Quantcast

Don't Oxidize Your Brew

Aussie Home Brewer

Help Support Aussie Home Brewer:

Batz

Batz Brewery...Hand crafted beers from the 'Batcav
Joined
8/8/03
Messages
12,728
Reaction score
1,415
Been told , read , don't oxidize your brew
Talking after fermenting of course , well what happens if I do?
Was racking a brew the other day , careful racking tube all the way to the bottom of racking fermenter , wife said what you doing?
Racking a brew dear , got to be careful not to oxidize it , well she asks , why what will happen ?
mmmm Well I know it won't be good , in fact it's bad !


So what will happen?
Won't blow up will it she asked , not if I am careful I said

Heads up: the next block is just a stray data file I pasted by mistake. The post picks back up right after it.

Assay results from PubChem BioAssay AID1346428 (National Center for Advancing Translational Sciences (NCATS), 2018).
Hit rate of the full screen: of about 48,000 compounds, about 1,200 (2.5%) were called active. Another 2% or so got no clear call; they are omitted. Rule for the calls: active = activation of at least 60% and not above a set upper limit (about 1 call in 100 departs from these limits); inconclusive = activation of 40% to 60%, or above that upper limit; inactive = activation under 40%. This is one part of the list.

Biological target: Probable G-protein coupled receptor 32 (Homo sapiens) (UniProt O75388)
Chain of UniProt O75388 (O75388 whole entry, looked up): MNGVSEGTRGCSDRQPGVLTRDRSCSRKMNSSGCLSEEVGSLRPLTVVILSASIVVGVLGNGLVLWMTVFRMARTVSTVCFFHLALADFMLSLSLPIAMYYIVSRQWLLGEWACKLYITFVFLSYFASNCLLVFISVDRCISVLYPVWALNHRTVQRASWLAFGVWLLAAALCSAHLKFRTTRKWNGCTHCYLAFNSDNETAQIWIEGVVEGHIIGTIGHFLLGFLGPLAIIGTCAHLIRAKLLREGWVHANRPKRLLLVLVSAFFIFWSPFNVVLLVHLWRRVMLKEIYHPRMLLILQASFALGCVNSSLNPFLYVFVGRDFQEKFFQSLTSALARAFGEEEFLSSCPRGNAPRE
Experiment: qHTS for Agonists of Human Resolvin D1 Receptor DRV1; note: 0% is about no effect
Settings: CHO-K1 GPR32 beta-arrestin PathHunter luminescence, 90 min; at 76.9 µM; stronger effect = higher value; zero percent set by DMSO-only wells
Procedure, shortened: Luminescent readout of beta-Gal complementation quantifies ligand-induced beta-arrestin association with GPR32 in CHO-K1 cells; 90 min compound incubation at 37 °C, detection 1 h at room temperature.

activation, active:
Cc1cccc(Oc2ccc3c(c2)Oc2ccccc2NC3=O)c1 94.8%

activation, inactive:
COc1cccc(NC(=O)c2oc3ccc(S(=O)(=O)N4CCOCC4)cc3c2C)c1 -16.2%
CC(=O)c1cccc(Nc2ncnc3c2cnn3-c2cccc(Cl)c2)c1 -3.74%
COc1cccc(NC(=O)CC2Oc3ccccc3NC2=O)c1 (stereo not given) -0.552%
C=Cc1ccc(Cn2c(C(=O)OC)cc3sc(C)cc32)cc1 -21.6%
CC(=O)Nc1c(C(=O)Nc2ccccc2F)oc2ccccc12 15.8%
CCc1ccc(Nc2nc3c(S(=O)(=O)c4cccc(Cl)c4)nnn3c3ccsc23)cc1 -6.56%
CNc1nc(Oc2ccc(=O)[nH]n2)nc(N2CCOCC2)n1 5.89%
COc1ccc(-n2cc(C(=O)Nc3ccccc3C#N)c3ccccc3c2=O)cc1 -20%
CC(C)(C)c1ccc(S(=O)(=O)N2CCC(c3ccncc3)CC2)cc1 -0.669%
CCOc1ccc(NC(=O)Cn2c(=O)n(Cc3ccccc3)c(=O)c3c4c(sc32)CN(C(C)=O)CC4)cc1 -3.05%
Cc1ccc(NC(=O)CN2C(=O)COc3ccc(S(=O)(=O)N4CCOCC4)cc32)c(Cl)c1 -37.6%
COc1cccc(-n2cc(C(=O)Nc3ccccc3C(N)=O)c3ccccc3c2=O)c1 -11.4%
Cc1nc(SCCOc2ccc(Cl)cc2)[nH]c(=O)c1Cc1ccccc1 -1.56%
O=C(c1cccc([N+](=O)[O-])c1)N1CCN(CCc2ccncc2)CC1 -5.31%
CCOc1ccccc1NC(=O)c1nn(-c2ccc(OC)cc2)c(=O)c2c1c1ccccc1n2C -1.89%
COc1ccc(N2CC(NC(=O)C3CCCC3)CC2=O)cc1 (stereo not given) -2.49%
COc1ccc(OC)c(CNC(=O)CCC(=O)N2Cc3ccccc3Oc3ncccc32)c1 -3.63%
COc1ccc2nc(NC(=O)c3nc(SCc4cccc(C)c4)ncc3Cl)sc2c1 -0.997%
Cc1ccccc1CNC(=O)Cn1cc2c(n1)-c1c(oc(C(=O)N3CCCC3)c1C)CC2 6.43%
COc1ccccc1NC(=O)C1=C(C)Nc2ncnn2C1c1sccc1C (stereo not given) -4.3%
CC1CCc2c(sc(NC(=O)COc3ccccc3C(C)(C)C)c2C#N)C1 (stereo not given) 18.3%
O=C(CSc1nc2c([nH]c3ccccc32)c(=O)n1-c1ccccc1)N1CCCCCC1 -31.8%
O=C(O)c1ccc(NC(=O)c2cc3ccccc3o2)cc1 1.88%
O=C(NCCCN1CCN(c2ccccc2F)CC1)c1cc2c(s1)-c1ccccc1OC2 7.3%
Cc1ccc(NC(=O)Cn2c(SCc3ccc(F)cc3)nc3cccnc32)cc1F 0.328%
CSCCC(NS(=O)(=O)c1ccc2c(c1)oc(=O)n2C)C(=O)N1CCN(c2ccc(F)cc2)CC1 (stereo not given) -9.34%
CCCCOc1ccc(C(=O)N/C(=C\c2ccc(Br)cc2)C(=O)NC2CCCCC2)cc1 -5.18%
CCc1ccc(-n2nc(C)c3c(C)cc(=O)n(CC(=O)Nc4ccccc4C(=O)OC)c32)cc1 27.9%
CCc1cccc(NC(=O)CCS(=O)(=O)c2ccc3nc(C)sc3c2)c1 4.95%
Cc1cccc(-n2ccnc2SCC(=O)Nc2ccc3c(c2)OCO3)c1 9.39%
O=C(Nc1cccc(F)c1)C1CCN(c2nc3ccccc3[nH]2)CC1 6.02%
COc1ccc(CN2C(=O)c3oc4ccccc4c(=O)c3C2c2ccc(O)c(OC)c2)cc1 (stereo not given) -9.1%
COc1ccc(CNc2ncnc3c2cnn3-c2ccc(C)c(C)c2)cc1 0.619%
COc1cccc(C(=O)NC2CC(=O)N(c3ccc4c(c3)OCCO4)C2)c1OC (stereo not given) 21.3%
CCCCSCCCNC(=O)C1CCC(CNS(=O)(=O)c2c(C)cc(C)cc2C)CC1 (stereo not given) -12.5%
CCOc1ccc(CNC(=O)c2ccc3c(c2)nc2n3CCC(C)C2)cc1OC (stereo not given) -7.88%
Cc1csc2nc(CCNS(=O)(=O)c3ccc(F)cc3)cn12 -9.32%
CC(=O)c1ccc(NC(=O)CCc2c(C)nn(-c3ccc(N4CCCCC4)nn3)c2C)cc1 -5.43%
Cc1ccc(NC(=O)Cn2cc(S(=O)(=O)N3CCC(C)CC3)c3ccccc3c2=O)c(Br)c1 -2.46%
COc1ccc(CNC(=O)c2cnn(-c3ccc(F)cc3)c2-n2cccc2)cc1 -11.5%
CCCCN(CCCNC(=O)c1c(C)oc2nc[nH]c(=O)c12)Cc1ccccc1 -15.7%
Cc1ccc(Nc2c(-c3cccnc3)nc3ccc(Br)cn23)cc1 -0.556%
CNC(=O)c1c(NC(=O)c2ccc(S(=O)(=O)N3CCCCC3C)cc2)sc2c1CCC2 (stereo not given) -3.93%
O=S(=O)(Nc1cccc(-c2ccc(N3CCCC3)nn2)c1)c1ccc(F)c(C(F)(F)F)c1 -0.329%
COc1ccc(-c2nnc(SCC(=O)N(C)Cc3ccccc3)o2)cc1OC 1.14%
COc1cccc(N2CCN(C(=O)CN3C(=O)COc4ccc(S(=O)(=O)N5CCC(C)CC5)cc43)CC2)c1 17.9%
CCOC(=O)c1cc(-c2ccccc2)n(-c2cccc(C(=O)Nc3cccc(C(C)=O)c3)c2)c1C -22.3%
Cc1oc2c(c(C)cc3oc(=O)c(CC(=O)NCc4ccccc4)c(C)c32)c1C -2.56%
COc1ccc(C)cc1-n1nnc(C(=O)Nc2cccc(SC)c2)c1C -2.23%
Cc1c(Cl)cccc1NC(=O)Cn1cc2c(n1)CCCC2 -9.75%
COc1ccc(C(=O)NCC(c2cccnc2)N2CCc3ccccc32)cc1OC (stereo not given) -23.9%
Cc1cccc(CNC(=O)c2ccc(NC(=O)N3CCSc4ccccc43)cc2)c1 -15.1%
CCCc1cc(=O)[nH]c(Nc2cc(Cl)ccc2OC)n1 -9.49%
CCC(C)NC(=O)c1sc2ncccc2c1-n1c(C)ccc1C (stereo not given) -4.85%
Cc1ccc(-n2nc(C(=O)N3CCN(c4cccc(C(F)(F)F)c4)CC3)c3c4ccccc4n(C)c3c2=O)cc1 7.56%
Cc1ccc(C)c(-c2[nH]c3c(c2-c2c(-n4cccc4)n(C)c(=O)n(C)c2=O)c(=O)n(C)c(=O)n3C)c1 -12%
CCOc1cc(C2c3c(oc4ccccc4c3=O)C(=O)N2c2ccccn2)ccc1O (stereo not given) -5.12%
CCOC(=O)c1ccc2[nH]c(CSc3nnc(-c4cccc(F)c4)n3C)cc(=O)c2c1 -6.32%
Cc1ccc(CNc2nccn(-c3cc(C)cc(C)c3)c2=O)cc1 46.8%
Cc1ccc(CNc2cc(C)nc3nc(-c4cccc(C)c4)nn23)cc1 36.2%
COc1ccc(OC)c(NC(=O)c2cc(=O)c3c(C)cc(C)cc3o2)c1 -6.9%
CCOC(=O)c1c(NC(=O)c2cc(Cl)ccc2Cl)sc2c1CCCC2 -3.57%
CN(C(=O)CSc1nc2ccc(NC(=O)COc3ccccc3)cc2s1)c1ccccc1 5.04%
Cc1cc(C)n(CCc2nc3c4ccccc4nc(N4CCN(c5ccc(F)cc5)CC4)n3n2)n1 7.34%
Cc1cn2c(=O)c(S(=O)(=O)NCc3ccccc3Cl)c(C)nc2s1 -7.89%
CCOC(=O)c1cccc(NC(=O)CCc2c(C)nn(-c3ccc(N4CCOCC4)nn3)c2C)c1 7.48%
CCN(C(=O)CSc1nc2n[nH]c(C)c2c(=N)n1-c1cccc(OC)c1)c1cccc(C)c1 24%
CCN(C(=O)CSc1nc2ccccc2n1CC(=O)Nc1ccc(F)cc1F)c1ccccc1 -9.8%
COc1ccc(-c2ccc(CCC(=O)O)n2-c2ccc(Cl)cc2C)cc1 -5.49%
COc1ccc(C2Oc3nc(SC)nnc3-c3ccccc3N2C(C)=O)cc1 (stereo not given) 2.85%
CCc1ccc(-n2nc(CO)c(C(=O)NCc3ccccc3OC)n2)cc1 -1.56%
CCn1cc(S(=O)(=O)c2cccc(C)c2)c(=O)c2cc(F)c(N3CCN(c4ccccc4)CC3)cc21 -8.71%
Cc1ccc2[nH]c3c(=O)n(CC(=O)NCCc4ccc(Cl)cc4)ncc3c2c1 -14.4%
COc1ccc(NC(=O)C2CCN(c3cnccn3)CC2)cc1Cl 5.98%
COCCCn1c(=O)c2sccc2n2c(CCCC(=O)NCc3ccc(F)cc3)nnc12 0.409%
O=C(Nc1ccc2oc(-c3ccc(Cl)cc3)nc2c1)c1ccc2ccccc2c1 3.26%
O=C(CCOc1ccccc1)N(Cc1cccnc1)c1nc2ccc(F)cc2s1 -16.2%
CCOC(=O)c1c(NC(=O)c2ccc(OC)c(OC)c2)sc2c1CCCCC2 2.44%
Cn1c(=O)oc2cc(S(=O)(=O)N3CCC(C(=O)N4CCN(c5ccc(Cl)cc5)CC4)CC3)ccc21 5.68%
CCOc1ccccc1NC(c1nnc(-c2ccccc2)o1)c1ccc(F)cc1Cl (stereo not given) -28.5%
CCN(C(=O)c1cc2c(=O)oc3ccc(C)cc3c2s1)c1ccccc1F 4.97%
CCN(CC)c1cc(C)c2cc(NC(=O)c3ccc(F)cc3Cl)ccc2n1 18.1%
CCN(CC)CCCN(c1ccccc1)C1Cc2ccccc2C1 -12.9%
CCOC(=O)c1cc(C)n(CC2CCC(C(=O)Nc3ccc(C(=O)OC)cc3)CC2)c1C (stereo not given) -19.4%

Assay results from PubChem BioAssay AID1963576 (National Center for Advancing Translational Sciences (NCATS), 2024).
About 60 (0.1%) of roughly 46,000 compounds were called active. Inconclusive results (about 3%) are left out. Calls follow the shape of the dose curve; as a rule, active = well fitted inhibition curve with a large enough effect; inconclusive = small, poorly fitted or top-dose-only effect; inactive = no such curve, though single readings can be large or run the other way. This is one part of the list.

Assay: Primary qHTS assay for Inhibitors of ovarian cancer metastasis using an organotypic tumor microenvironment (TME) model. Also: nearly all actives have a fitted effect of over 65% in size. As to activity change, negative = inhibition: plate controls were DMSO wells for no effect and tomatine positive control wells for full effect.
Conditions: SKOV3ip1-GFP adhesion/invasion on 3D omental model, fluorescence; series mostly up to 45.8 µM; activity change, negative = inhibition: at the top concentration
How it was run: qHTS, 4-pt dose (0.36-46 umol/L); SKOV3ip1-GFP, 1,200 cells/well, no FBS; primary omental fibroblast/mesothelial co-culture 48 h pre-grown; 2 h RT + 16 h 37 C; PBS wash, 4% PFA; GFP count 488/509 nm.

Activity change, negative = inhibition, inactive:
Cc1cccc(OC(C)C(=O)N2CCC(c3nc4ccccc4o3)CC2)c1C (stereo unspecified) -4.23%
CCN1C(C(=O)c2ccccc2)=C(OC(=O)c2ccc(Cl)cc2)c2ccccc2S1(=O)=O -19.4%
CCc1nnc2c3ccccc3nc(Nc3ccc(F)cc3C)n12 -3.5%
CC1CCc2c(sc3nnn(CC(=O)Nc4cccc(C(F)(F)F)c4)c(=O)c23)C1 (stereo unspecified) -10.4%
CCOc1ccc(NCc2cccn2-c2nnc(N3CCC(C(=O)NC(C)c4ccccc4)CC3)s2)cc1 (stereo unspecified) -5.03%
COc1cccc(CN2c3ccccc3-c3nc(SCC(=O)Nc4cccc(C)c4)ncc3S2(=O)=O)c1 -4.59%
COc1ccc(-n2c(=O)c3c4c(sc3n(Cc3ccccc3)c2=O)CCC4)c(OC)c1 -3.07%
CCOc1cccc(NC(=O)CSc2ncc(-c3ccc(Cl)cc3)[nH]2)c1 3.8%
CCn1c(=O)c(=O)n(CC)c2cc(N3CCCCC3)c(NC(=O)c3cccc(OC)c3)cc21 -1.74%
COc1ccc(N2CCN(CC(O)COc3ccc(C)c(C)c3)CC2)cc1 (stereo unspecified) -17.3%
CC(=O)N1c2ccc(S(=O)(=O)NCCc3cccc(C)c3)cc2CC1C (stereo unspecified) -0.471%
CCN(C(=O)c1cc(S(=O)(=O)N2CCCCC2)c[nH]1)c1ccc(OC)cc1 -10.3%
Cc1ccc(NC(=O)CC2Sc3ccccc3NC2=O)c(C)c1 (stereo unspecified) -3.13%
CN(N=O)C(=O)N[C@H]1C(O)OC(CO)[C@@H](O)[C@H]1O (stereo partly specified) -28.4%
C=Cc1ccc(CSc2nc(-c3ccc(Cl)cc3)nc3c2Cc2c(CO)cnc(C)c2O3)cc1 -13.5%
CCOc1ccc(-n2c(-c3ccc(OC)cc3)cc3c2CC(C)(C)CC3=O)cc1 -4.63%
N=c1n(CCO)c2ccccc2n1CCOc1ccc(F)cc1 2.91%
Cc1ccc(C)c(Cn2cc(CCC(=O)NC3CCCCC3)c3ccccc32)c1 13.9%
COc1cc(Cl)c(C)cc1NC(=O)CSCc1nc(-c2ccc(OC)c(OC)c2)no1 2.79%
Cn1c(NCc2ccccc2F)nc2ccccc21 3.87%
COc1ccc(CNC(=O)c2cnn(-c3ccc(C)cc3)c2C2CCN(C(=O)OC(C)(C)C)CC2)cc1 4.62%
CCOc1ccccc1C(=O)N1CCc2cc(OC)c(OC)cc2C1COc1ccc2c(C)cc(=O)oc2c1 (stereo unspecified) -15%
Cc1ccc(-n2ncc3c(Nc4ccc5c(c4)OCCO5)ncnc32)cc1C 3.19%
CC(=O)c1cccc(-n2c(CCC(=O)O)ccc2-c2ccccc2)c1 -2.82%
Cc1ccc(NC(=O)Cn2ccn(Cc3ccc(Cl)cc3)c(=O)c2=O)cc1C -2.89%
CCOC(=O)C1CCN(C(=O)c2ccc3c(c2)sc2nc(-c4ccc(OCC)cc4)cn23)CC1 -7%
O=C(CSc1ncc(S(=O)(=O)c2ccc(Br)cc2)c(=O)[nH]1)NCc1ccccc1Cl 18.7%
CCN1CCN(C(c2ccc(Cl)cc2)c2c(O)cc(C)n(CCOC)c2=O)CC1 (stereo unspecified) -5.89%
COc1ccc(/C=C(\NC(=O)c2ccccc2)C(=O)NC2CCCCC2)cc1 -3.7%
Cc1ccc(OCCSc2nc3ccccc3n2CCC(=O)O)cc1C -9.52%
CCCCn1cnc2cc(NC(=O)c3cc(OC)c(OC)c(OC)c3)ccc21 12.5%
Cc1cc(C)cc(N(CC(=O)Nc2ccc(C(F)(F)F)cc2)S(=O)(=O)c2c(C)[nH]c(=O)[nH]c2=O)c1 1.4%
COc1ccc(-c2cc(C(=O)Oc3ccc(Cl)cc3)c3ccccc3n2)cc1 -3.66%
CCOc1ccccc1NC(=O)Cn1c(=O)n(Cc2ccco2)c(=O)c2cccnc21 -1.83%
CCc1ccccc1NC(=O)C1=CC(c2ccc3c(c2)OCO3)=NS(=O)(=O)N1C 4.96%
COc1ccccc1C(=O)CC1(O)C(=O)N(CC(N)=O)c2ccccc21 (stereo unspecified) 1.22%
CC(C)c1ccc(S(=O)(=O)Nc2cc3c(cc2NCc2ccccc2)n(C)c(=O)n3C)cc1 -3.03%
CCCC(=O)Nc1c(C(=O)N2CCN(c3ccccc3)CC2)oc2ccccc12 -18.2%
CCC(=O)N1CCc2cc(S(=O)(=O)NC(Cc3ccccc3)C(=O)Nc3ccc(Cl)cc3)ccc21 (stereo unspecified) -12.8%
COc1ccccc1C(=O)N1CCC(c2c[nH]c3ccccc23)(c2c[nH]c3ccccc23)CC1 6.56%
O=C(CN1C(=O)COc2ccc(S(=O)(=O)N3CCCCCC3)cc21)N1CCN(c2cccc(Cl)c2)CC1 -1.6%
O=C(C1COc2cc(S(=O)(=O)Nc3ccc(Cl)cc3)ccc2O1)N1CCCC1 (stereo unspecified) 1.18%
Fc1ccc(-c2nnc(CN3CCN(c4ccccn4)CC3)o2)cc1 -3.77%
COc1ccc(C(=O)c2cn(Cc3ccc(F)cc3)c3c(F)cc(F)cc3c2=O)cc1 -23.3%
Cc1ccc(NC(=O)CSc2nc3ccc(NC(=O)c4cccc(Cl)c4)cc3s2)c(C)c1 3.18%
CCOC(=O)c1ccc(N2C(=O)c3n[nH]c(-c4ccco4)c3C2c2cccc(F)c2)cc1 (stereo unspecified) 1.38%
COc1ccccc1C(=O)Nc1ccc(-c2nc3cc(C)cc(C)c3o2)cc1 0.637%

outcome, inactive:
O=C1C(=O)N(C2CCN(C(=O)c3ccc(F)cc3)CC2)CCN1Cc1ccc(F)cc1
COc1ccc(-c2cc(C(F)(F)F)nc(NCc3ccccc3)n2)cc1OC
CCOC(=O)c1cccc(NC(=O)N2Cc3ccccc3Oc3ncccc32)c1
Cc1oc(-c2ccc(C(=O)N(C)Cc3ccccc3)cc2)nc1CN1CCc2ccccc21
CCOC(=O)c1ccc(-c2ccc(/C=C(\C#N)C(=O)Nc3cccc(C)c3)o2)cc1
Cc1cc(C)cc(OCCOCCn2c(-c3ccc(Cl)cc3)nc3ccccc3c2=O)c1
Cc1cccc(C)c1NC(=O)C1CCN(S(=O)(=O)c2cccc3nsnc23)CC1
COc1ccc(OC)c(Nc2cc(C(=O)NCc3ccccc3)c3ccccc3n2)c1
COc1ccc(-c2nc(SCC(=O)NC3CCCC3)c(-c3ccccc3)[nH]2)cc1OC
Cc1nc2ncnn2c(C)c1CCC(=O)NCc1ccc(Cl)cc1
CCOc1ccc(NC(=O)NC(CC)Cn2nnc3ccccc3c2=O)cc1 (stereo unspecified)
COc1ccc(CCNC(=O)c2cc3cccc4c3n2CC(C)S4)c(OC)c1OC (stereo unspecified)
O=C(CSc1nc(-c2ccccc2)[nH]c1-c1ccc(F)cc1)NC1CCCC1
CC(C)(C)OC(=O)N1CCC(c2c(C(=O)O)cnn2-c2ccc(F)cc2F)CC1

So what does it do? :blink: :ph34r: :blink: :unsure:
 

Guest Lurker

Big Dog Brewing
Joined
21/11/03
Messages
2,063
Reaction score
2
Batz
Those articles describe the small changes to yeast and beer with prolonged contact with oxygen, which I think are mostly related to partial oxidation of alcohol to aldehydes.

If you are asking what happens if you oxygenate the hell out of a finished beer, maybe let a little bacteria in there as well, the worst case I think is:

CH3CH2OH + O2 ---> CH3COOH + H2O

or
Ethanol (lovely tasting beer with alcohol) plus bad nasty oxygen = acetic acid (vinegar) plus water

ie watery vinegary beer
 
J

Jovial_Monk

Guest
Cardboardy tastes and vinegar etc (Lambics)

Also, the yeast gets excited by the bit of oxygen present, tries to start budding etc, no nutrients--and a beer full of yeast bite.

Aeration after day three is bad, very bad!


Jovial Monk
 

Latest posts

Top